Through examples discovered in the part on acids and also bases proton-transfer procedures are broken into two theoretical steps: (1) donation the a proton by one acid, and (2) acceptance of a proton by a base. (Water served as the basic in the mountain example and as the acid in the base instance
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Suppose we first consider a weak acid, the ammonium ion. When it donates a proton to any type of other species, we have the right to write the half-equation:
< extNH_4^+ ightarrow extH^+ + extNH_3>
The submicroscopic representations listed below show the donation of the proton of ammonium. The removal of this proton results in NH3, which is conveniently seen at the submicroscopic level.
But NH3 is just one of the compounds we recognize as a weak base. In various other words, once it donates a proton, the weak acid NH4+ is transformed into a weak basic NH3. One more example, this time starting with a weak base, is listed by fluoride ion:
< extF^- + extH^+ ightarrow extHF>
The submicroscopic representation over shows exactly how the addition of a proton to fluoride switch a weak basic (F- in green) into a weak acid (HF).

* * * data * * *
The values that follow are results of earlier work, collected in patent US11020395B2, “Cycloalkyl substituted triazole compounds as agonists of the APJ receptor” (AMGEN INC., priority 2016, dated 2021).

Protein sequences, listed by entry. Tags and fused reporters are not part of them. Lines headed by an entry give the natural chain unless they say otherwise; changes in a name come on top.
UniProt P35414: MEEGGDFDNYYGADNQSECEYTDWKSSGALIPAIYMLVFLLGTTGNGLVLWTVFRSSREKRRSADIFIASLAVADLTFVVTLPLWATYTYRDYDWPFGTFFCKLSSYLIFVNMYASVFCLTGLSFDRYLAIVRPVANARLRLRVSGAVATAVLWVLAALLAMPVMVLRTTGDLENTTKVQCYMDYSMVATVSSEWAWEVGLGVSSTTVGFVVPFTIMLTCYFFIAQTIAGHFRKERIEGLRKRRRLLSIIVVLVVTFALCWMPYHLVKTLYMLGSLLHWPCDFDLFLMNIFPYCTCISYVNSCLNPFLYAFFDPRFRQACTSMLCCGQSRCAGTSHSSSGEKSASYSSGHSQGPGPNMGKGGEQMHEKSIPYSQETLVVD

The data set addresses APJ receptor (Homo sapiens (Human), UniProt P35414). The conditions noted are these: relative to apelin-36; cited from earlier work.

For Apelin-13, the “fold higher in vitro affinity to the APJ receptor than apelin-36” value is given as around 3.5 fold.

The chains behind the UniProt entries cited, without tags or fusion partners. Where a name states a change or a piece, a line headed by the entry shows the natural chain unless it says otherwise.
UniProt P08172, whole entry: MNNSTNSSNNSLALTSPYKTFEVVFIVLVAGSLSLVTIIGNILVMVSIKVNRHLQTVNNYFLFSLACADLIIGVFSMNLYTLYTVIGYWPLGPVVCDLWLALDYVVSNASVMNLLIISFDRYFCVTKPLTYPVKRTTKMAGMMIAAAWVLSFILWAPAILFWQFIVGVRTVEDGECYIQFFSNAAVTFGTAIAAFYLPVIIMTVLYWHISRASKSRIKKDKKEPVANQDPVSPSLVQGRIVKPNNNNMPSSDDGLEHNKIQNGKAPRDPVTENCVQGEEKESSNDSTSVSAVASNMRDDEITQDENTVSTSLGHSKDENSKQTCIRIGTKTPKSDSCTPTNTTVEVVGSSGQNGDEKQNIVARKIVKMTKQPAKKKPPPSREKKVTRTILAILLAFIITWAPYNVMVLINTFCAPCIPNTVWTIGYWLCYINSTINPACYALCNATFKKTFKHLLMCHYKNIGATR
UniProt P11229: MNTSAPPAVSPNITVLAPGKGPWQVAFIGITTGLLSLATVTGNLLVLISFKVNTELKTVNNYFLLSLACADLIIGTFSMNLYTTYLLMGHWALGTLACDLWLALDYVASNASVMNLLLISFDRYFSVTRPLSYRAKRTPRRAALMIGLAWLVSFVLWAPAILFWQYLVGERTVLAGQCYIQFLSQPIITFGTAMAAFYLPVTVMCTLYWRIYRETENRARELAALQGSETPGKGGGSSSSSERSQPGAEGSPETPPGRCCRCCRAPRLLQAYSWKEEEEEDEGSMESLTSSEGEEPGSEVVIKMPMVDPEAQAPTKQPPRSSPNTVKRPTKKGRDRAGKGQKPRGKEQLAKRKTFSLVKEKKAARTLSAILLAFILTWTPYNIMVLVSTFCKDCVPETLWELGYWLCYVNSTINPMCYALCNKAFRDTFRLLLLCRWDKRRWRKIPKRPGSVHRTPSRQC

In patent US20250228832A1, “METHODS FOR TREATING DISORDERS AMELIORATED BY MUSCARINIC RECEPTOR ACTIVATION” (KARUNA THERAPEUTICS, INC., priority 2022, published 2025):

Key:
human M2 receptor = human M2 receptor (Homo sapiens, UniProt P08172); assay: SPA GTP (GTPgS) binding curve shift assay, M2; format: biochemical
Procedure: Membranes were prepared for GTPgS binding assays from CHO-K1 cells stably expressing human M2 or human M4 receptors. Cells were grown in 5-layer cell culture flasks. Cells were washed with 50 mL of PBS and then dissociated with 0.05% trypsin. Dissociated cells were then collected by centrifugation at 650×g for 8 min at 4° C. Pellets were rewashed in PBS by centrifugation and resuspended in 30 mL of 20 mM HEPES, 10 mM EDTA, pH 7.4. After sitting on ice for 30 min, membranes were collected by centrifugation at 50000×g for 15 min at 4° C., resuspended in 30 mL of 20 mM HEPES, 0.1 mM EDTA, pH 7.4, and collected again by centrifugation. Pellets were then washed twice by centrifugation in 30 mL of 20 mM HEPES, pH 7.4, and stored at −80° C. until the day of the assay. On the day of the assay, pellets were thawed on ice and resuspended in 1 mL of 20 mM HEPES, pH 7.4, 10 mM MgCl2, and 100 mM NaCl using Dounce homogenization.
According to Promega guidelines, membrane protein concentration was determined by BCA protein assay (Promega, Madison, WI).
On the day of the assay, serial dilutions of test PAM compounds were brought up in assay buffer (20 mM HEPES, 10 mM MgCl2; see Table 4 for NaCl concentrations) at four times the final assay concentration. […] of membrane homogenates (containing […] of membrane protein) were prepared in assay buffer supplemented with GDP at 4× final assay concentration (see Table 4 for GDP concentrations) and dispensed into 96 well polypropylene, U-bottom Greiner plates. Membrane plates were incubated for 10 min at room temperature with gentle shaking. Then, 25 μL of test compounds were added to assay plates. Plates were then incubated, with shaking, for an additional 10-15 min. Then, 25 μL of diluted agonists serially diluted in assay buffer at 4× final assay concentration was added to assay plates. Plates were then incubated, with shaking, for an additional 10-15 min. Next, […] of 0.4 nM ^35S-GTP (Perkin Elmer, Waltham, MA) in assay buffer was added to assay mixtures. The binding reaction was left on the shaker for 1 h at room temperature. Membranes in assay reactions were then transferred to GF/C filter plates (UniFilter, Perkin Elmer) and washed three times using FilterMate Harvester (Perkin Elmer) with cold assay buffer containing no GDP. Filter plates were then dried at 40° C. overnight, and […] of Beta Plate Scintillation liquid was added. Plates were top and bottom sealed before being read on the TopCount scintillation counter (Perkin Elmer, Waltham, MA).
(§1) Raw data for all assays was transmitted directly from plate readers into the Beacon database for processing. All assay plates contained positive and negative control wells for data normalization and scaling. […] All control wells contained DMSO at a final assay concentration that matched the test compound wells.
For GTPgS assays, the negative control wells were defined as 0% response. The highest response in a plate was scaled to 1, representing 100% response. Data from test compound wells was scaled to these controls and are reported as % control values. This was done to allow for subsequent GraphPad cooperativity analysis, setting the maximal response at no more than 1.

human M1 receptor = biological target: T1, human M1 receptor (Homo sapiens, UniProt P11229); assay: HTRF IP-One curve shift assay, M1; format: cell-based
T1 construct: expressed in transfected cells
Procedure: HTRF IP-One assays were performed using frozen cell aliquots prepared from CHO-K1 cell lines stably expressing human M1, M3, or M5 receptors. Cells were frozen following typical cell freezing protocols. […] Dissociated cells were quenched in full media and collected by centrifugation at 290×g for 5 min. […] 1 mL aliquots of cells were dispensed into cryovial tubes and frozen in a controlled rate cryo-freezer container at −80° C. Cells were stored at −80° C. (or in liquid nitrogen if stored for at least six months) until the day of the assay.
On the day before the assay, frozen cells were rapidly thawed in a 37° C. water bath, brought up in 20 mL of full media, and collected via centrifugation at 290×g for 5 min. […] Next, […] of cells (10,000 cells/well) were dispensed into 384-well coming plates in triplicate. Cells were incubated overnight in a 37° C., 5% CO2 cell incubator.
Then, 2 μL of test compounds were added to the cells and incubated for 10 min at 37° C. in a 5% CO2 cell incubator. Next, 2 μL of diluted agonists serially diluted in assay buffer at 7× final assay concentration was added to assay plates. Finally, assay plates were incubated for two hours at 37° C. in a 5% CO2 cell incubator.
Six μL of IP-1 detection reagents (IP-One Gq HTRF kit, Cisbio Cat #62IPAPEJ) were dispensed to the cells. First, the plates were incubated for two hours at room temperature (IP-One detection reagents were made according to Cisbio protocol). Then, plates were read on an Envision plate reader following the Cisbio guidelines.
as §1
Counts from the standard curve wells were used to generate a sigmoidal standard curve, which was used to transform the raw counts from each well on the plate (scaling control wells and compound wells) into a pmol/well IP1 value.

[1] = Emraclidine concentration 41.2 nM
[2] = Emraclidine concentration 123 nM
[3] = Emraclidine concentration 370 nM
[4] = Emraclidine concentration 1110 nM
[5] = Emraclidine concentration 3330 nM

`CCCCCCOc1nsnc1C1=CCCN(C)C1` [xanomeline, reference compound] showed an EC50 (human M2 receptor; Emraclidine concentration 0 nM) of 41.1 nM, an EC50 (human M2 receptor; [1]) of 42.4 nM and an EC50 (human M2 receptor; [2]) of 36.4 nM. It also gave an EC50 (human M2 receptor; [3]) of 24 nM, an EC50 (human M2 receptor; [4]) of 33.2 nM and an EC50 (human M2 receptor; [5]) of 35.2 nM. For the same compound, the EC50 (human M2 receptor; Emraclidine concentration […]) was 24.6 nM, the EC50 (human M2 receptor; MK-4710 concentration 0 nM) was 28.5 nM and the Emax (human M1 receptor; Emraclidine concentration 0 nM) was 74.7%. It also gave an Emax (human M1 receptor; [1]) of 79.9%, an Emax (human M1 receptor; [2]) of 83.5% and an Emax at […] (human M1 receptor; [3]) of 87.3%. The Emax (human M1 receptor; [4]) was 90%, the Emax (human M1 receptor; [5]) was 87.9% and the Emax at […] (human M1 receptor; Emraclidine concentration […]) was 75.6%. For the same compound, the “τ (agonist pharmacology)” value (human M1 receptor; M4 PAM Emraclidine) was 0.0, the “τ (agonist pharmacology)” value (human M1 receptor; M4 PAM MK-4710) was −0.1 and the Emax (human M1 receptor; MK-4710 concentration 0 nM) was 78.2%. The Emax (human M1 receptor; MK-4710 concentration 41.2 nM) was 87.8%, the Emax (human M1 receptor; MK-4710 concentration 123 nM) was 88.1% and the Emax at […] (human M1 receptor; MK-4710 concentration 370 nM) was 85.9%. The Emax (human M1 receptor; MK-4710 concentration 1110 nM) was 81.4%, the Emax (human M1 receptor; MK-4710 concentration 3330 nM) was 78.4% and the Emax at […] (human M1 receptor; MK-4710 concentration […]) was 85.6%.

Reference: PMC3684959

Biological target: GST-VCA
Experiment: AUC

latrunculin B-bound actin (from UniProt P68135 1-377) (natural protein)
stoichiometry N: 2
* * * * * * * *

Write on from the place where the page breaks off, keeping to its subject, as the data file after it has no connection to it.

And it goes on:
The situation just described for NH4+ and also NH3 or because that F– and also HF uses to every acids and also bases. Whenever an acid donates a proton, the acid transforms into a base, and also whenever a basic accepts a proton, an acid is formed. An acid and also a base which differ only by the visibility or absence of a proton are referred to as a conjugate acid-base pair. Thus NH3 is referred to as the conjugate basic of NH4+, and also NH4+ is the conjugate acid of NH3. Similarly, HF is the conjugate mountain of F–, and also F– the conjugate base of HF.
The usage of conjugate acid-base pairs permits us to do a very an easy statement around relative strengths of acids and bases. The more powerful an acid, the weaker that conjugate base, and, whereas the more powerful a base, the weaker its conjugate acid.
TABLE (PageIndex1):Important Conjugate Acid-Base Pairs.
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weak acids have strong conjugate bases